I’m happy to see that both Alyssa Katz and Kevin Drum also think that there’s a ‘there-there’ to investigating the Rajan hypothesis I blogged about earlier, and each kick out a version of the hypothesis that you should go check out.
But there’s an interesting dissent to the hypothesis. Scott Winship at Progressive Fix lays out data that goes against this argument, concluding “Again, the point here is that progressives should care about the facts.” Oh dear. This is with a hat-tip to Will Wilkinson, who says that the left should be reminded of “of the general importance of a reality-based stance.”
Now I’ve always been more of a buffalo stance kind of guy, but I know enough about the internet to know one has to defend his or her reality-based credentials. So let’s check out this argument.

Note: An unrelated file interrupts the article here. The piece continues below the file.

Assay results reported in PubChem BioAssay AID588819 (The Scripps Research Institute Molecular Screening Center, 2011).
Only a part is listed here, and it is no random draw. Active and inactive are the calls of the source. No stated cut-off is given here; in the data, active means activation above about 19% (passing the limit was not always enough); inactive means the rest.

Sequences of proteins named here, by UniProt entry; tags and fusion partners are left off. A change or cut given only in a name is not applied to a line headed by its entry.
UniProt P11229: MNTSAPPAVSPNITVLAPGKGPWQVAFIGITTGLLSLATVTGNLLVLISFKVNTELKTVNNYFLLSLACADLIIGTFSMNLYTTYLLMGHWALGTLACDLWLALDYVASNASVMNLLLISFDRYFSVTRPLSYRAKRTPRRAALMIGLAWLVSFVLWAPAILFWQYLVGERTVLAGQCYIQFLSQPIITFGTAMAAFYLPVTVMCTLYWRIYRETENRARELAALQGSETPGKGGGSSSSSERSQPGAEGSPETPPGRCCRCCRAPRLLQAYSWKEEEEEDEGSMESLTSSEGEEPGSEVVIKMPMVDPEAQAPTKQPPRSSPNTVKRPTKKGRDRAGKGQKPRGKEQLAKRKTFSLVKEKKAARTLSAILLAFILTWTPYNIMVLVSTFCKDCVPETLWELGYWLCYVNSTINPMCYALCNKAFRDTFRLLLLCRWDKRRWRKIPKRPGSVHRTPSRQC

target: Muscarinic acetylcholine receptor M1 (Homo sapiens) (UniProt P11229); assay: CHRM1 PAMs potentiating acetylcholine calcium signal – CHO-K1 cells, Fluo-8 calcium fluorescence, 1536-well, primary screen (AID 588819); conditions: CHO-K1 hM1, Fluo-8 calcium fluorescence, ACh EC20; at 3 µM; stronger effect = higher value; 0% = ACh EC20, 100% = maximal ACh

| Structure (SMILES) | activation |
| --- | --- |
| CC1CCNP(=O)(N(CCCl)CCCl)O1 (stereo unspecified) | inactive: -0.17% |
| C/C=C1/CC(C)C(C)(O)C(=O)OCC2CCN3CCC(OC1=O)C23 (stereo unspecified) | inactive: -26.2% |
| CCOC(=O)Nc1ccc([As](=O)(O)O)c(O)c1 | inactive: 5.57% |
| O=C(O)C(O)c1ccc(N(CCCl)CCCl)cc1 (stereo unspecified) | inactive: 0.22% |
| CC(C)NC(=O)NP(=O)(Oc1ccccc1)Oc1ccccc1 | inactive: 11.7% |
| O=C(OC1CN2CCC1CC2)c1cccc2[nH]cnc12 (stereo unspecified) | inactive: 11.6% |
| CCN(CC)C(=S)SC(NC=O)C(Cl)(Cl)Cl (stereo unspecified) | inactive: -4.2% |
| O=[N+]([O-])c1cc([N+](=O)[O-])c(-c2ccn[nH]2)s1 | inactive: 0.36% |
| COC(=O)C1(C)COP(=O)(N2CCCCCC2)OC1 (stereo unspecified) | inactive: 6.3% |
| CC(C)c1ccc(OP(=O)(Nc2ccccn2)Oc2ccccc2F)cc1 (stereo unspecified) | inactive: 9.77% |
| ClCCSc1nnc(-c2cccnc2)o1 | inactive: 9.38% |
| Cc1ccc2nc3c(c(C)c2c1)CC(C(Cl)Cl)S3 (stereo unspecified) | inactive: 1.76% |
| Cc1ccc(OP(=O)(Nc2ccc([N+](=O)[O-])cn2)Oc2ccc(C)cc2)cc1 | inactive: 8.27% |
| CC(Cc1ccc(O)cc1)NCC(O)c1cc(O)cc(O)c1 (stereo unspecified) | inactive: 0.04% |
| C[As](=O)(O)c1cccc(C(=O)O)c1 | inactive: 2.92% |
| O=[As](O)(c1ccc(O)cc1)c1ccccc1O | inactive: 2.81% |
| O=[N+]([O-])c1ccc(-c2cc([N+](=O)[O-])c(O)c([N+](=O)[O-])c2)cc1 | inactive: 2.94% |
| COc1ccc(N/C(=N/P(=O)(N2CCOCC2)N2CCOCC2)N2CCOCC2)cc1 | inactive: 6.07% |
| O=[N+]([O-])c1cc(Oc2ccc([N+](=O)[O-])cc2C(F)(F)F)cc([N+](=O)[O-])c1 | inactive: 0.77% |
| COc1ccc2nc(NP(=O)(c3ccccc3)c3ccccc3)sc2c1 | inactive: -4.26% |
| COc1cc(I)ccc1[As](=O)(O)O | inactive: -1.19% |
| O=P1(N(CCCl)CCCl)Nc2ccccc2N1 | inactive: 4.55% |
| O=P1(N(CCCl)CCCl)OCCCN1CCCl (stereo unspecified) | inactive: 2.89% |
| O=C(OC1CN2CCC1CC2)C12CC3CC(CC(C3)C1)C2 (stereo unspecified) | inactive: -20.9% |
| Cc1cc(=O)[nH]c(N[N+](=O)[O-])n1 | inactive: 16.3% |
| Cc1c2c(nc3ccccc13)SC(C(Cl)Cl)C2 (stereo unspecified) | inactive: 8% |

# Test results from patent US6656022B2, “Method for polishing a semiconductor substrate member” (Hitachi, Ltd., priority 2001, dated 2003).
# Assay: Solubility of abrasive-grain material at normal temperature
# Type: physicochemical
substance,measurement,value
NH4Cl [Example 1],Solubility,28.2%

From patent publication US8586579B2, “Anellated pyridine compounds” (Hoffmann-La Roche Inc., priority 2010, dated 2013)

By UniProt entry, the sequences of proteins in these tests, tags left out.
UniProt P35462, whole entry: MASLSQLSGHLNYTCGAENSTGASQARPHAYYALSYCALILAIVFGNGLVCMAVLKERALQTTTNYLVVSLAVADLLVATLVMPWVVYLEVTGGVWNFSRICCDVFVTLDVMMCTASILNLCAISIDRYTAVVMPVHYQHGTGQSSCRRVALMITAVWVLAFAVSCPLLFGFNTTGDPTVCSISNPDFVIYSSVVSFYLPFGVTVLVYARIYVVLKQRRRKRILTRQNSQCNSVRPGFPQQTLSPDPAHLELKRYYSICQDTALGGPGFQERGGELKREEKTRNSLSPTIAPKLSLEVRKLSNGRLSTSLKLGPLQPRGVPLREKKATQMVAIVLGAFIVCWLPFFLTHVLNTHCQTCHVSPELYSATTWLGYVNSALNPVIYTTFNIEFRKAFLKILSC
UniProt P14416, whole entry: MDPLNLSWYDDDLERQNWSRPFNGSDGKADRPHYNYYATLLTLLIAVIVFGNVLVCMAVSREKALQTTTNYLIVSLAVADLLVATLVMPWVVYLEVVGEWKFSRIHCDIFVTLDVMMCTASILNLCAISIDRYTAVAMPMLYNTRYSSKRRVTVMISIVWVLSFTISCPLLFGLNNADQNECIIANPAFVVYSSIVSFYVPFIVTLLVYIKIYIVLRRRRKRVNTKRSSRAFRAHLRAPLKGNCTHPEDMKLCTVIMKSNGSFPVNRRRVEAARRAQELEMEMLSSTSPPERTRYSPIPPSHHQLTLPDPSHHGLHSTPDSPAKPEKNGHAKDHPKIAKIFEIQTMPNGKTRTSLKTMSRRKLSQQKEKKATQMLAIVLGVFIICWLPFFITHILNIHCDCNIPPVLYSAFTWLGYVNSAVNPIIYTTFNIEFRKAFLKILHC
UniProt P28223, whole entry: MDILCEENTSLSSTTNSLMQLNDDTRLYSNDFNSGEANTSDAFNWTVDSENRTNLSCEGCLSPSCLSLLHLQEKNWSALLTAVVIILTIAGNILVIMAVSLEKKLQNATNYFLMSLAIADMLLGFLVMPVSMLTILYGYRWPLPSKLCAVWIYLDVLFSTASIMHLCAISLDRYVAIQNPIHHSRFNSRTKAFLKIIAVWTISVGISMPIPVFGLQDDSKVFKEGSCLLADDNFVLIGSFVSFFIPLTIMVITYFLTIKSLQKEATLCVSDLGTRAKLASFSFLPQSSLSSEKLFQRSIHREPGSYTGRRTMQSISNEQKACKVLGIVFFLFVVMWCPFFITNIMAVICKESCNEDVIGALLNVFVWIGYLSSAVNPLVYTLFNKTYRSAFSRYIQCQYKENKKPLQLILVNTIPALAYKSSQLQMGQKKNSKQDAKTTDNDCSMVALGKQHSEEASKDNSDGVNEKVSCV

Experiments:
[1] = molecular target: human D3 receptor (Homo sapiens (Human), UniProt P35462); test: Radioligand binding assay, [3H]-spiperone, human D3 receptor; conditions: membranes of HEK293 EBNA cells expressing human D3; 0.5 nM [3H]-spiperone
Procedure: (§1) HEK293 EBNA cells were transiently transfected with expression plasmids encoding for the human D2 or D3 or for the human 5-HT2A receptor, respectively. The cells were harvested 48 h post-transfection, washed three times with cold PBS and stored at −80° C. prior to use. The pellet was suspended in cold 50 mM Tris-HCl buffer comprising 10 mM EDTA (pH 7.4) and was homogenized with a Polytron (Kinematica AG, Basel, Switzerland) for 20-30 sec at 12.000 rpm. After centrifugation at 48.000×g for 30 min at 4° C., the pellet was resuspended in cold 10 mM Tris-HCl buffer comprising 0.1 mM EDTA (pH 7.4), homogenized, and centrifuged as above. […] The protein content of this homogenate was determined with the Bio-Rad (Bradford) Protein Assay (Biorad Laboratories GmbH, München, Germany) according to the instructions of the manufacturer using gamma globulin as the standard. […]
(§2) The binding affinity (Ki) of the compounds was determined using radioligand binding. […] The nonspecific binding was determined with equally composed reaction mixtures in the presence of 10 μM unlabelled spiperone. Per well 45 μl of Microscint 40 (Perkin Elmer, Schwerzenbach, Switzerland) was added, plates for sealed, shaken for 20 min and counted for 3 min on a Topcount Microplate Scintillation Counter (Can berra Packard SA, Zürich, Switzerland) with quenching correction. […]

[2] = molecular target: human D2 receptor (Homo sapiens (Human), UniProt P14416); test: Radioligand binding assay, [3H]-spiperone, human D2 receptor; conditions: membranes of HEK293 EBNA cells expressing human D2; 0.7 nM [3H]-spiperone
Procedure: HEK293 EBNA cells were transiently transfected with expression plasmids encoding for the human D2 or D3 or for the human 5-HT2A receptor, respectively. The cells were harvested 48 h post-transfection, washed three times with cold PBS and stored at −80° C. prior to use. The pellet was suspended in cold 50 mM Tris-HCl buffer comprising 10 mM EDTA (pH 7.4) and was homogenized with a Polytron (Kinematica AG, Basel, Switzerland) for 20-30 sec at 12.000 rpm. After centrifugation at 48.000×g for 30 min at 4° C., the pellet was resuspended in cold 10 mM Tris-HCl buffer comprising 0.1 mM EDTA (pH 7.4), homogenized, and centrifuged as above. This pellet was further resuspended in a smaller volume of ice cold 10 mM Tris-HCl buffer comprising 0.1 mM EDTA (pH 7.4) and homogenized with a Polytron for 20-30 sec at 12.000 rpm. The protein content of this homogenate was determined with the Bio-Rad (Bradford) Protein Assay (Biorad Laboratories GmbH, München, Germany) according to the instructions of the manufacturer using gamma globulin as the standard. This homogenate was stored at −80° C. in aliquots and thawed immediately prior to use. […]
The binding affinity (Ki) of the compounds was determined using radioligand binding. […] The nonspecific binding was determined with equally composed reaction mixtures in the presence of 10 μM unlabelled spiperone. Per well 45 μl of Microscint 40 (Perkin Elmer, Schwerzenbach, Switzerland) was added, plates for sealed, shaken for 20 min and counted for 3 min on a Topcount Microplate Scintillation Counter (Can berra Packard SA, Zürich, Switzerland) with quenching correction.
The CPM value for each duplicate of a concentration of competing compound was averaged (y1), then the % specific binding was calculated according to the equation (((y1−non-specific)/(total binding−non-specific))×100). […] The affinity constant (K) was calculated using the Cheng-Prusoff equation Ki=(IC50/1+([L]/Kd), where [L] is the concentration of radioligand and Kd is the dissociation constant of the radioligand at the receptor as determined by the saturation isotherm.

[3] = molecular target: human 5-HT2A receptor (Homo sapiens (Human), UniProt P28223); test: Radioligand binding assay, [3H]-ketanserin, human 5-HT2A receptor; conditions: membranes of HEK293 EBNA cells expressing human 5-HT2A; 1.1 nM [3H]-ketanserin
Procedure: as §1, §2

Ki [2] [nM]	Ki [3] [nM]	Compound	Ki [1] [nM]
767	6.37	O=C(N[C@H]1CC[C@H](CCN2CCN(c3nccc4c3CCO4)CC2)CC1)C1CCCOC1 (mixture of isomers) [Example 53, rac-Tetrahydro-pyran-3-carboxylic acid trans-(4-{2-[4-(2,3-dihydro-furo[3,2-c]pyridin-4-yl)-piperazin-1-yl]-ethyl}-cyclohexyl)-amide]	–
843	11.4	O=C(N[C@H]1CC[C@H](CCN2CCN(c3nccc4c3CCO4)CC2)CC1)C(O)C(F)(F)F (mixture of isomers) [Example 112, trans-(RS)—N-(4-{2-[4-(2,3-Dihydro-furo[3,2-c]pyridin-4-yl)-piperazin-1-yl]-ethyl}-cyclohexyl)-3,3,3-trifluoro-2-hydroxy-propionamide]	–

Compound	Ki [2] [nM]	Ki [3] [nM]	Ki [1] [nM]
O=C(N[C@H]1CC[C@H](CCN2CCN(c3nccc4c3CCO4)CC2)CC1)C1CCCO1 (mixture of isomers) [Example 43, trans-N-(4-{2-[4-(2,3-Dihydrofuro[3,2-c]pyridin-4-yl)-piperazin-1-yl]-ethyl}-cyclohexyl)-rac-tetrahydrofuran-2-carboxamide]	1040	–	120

I: Stagnant Wages to Credit Bubble
You should go over and read Winship’s argument, but here’s the key point which also includes Rajan’s argument:
And yesterday [Kevin Drum] endorsed the views of economist Raghuram Rajan, who blames the financial crisis on “the purchasing power of many middle-class households lagging behind the cost of living.”…in terms of the level of income the typical American has and in terms of recent trends, a careful look at the data implies that the middle class is doing pretty well.